A normal tar command

tar cvf foo.tar ./foo >foo.out 2>foo.err

has three output IO streams

  • archive data to foo.tar
  • list of filenames to STDOUT (redirected into foo.out)
  • error messages to STDERR (redirected into foo.err)

I can then inspect foo.err for error messages without having to read through the list of filenames.

if I want to do something with the archive data (pipe it through netcat or a special compression program) I can use tar's -f - option thus

tar cvf - ./foo 2>foo.err | squish > foo.tar.S

But now my list of filenames is mixed in with my error messages because tar's -v output obviously can't go to STDOUT (that's where the archive data flows) so tar cleverly writes that to STDERR instead.

Using Korn shell, is there a way to construct a command that pipes the archive stream to another command but still capture the -v output separately from any error messages.

  • Are you familiar with tee? This seems like a pretty valid use case for it.
    – HalosGhost
    Jan 28, 2015 at 12:35

3 Answers 3


If your system supports /dev/fd/n:

tar cvf /dev/fd/3 ./foo 3>&1 > foo.out 2>foo.err | squish > foo.tar.S

Which with AT&T implementations of ksh (or bash or zsh) you could write using process substitution:

tar cvf >(squish > foo.tar.S) ./foo > foo.out 2>foo.err

That's doing exactly the same thing except that this time, the shell decides of which file descriptor to use instead of 3 (typically above 9). Another difference is that this time, you get the exit status of tar instead of squish. On systems that do not support /dev/fd/n, some shells may resort to named pipes for that feature.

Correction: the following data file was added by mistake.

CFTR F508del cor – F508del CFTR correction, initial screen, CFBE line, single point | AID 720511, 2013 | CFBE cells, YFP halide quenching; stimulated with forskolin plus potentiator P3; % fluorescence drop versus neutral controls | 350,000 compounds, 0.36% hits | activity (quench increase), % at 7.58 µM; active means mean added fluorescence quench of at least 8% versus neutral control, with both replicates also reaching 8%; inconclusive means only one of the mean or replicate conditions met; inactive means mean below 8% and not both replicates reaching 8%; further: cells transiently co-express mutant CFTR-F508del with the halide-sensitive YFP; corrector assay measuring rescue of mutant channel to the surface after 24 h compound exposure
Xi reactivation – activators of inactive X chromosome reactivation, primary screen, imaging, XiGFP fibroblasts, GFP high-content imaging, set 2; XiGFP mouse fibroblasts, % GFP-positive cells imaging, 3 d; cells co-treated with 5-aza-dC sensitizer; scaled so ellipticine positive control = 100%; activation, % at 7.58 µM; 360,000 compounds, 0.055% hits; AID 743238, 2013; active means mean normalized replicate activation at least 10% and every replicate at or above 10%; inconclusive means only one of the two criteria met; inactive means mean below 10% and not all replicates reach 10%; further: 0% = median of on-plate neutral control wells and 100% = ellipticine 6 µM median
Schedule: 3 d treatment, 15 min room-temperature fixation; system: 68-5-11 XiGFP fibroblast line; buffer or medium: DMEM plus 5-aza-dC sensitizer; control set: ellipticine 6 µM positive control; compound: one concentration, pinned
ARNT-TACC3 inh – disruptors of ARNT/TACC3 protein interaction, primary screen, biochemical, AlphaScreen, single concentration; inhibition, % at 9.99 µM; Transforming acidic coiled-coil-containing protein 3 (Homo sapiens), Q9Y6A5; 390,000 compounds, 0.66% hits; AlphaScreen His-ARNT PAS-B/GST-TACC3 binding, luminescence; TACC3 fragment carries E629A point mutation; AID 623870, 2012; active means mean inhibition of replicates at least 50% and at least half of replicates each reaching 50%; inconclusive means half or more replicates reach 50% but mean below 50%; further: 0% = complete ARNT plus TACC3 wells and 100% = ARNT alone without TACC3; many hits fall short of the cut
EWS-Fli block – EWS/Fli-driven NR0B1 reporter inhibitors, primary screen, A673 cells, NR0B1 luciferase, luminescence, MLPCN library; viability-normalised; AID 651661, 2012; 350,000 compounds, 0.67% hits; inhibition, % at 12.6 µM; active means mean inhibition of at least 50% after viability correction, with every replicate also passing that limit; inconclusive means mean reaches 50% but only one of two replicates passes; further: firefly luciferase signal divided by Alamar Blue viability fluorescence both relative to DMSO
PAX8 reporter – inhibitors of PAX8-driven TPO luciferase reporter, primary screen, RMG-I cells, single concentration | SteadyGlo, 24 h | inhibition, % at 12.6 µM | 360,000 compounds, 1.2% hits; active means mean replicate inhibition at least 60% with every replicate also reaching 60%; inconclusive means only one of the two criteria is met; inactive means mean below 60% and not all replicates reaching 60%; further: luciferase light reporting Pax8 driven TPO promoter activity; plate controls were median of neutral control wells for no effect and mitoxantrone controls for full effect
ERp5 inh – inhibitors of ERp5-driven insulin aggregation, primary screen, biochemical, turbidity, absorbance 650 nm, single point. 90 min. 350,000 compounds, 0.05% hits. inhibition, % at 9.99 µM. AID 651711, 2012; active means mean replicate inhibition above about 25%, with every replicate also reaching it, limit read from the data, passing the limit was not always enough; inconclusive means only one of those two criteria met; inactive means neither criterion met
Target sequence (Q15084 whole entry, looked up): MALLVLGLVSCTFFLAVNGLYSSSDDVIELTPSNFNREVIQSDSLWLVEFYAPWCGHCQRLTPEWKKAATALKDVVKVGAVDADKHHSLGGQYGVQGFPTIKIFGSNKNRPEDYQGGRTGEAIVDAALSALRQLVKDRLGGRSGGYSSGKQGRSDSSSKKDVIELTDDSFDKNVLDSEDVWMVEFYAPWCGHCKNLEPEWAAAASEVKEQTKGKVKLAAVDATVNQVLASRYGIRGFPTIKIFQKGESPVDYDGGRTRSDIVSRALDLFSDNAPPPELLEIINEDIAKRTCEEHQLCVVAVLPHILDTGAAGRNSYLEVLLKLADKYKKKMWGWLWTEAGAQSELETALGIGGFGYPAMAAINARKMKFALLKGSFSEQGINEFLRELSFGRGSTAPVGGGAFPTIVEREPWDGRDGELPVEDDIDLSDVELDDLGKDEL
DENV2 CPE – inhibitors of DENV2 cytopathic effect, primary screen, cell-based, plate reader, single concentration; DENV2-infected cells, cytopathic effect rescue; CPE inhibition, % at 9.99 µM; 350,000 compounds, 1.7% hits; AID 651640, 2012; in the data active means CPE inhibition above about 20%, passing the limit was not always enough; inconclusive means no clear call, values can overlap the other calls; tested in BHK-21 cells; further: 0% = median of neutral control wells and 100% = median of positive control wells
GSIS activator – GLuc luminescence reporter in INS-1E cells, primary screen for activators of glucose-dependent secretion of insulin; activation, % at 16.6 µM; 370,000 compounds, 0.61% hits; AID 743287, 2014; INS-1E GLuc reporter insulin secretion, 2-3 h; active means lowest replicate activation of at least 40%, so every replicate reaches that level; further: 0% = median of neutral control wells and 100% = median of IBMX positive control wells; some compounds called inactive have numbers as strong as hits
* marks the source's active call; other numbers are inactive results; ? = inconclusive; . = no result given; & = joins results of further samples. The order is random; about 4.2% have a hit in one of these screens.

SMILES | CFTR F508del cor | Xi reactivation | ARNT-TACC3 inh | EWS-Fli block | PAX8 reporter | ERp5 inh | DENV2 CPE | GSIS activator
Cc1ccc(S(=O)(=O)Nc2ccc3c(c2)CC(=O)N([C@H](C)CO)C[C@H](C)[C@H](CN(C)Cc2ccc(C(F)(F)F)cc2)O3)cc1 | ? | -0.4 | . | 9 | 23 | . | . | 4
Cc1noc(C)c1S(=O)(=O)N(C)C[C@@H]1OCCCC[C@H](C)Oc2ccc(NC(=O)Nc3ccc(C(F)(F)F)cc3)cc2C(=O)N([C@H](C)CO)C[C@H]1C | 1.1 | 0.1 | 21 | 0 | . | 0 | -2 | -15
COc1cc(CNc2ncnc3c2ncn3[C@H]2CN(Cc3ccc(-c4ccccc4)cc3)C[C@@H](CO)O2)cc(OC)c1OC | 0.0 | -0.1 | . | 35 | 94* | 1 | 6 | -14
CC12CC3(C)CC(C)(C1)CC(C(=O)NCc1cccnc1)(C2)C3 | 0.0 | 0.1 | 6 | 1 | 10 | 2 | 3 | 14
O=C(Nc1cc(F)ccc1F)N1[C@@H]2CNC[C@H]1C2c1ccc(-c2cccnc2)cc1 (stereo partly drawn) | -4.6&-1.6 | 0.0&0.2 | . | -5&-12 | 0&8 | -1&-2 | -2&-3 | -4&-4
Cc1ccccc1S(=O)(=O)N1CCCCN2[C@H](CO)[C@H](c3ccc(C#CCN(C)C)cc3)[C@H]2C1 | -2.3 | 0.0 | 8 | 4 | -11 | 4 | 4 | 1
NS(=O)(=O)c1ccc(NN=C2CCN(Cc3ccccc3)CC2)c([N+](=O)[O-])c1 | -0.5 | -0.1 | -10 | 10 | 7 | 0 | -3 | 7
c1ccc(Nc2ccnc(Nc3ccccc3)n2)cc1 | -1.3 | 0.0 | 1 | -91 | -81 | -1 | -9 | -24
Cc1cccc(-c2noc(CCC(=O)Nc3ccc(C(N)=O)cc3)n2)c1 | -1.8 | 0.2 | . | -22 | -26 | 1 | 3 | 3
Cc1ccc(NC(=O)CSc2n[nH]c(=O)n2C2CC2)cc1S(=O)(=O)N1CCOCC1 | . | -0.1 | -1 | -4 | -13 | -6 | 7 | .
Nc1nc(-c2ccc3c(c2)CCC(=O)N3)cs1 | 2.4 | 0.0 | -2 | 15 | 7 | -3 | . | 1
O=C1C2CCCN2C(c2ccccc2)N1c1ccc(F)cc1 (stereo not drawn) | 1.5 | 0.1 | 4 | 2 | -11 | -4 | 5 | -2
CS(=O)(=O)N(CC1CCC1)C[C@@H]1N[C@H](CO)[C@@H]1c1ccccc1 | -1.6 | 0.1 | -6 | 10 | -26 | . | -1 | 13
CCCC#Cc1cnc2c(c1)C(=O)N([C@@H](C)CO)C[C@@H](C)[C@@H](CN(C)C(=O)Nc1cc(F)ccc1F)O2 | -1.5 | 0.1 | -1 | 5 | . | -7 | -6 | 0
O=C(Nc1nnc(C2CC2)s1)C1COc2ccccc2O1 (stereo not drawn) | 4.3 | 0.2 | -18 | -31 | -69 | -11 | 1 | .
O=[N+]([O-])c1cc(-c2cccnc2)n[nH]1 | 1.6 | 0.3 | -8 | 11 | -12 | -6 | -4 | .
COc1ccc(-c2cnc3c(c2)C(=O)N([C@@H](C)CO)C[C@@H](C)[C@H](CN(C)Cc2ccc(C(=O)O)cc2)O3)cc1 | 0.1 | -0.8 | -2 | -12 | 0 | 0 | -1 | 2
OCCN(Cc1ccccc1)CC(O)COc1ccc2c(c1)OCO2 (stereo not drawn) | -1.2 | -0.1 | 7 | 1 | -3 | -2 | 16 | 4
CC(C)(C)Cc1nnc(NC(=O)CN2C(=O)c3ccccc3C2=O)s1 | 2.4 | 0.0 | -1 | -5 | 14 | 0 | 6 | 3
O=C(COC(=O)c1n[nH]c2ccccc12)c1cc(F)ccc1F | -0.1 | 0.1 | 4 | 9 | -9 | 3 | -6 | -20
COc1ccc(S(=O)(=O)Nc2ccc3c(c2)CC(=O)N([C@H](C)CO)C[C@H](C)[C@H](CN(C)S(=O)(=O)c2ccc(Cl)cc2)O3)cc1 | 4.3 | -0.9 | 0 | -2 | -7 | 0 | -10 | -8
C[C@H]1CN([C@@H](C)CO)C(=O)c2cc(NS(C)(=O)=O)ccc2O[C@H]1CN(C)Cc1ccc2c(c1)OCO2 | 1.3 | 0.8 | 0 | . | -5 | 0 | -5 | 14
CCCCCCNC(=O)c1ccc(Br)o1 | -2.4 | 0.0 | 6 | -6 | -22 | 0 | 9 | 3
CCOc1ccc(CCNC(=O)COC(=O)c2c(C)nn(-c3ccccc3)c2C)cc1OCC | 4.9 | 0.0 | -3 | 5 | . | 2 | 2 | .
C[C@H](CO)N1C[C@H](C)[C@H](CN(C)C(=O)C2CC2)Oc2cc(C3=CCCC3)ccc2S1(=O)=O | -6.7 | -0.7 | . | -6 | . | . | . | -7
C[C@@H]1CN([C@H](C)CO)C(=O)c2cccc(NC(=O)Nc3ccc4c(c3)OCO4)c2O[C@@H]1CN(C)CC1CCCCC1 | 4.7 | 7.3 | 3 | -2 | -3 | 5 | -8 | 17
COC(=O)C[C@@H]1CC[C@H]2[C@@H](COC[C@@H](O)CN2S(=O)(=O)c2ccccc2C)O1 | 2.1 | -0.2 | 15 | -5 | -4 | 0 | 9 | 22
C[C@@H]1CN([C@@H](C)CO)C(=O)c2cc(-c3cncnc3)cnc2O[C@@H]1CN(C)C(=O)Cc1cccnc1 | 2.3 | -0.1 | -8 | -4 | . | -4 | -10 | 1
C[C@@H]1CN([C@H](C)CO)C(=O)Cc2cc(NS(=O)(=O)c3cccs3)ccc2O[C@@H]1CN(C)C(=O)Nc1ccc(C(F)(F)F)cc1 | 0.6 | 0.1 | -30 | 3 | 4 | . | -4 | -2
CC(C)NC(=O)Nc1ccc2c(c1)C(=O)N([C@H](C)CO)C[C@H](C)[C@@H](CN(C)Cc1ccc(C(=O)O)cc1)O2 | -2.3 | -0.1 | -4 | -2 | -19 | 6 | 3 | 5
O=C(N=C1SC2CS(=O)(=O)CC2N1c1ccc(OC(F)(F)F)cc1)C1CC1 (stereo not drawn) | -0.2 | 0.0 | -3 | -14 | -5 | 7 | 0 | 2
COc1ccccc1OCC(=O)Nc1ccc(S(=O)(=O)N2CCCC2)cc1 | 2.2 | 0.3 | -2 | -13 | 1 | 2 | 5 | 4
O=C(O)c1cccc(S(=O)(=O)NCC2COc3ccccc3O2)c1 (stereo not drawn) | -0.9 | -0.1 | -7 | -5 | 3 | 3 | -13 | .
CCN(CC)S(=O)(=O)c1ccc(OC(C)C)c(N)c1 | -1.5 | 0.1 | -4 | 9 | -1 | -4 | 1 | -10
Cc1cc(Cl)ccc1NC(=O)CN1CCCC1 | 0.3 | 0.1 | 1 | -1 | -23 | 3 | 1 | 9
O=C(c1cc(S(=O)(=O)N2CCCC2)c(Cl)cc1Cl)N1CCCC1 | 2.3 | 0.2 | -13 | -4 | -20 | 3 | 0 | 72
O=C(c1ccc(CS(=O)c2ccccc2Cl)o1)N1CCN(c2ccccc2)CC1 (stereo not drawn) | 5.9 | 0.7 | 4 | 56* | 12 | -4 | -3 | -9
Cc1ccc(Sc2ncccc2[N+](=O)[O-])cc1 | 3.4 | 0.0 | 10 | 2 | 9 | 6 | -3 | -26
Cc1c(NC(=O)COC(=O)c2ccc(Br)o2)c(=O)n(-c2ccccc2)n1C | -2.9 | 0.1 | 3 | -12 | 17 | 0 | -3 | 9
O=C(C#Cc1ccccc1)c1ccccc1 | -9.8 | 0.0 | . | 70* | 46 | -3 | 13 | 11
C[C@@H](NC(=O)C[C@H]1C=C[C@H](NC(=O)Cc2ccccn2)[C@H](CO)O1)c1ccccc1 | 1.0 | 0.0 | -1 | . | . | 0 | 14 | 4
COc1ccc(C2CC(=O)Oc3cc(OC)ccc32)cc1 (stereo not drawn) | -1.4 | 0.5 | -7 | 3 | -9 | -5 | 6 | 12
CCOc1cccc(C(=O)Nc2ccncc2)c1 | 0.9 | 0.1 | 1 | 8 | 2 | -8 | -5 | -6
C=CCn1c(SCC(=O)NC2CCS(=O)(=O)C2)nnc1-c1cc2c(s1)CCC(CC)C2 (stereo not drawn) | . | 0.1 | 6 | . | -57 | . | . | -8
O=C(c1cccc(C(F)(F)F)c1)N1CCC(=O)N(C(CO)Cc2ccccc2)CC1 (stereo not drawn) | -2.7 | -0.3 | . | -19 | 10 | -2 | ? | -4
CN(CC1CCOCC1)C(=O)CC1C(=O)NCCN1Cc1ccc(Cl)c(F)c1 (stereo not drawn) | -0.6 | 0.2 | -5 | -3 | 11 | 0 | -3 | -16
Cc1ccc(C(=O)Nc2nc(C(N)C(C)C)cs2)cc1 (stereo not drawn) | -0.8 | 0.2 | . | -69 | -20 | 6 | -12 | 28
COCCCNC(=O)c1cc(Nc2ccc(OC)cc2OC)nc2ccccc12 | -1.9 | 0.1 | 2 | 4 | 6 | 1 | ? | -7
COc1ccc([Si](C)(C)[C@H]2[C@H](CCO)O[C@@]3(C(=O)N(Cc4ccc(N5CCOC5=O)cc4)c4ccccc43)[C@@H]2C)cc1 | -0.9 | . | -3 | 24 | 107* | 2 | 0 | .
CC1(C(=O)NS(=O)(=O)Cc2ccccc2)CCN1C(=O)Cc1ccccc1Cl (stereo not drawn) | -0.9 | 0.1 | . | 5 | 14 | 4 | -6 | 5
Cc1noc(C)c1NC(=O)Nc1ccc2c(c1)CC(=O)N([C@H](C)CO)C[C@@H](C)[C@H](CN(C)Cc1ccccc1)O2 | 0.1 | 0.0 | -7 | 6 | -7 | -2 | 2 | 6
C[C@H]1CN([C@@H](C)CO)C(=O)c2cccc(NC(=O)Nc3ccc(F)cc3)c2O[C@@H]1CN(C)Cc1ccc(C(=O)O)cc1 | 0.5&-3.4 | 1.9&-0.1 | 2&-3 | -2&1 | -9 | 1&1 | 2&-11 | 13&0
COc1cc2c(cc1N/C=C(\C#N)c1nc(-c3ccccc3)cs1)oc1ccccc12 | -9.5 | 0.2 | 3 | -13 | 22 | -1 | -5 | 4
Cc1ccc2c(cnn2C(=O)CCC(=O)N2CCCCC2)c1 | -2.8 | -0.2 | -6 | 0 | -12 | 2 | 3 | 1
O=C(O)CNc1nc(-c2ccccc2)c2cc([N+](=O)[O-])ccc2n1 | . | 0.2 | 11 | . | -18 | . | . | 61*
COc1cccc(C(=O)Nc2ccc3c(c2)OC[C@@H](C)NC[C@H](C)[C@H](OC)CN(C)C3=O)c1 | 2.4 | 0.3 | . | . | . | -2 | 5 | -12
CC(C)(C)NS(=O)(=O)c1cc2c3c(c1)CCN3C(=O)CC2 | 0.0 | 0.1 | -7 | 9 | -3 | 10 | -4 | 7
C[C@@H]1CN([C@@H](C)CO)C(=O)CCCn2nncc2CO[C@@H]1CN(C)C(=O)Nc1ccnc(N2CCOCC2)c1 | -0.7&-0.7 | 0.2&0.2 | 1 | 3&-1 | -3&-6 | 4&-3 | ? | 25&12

If your system doesn't support /dev/fd/n or your shell can't make use of named pipes for its process substitution, that's where you'd have to deal with named pipes by hand.


You have to use a named pipe for that.

First create one in the folder:

mkfifo foo.pipe

Then use that command:

tar cvf foo.pipe ./foo >foo.out 2>foo.err & cat foo.pipe >foo.tar

Notice: the cat-part, can now also be gzip or whatever, that can read from a pipe:

tar cvf foo.pipe ./foo >foo.out 2>foo.err & gzip -c foo.pipe >foo.tar


The output is written to the name pipe (foo.pipe), where another proccess (cat, gzip, netcat) reads from. So you don't loose the stdout/stderr channels for information.

  • 1
    Might be worth noting the implications of using a named pipes. 1) best is to set a umask 077 (or use a private temp dir) to prevent other processes reading or writing to it (on many systems, named pipes, like other files are created world-readable by default), 2) you need to ensure the named pipe is used only by each instance of your script (again a one-off private temporary directory helps) 3) That means you need to clean-up afterwards or if interrupted. Jan 28, 2015 at 13:10
  • 1
    +1 - I like this answer. Unfortunately for me, there's some weirdness in named pipes on my (old) system that makes them unreliable when I try this. Jan 28, 2015 at 14:48
  • 1
    @StéphaneChazelas - I think it can sometimes be easier to clean up first, like: p="/tmp/pipe$$"; mkfifo "$p"; (read na; cmd[s]...) <>"$p" & (echo;rm "$p"; cmd[s]...) >"$p"
    – mikeserv
    Jan 29, 2015 at 6:01

GNU tar's --index-file option works well:

tar cvf - ./foo 2>foo.err --index-file=foo.out | squish > foo.tar.S

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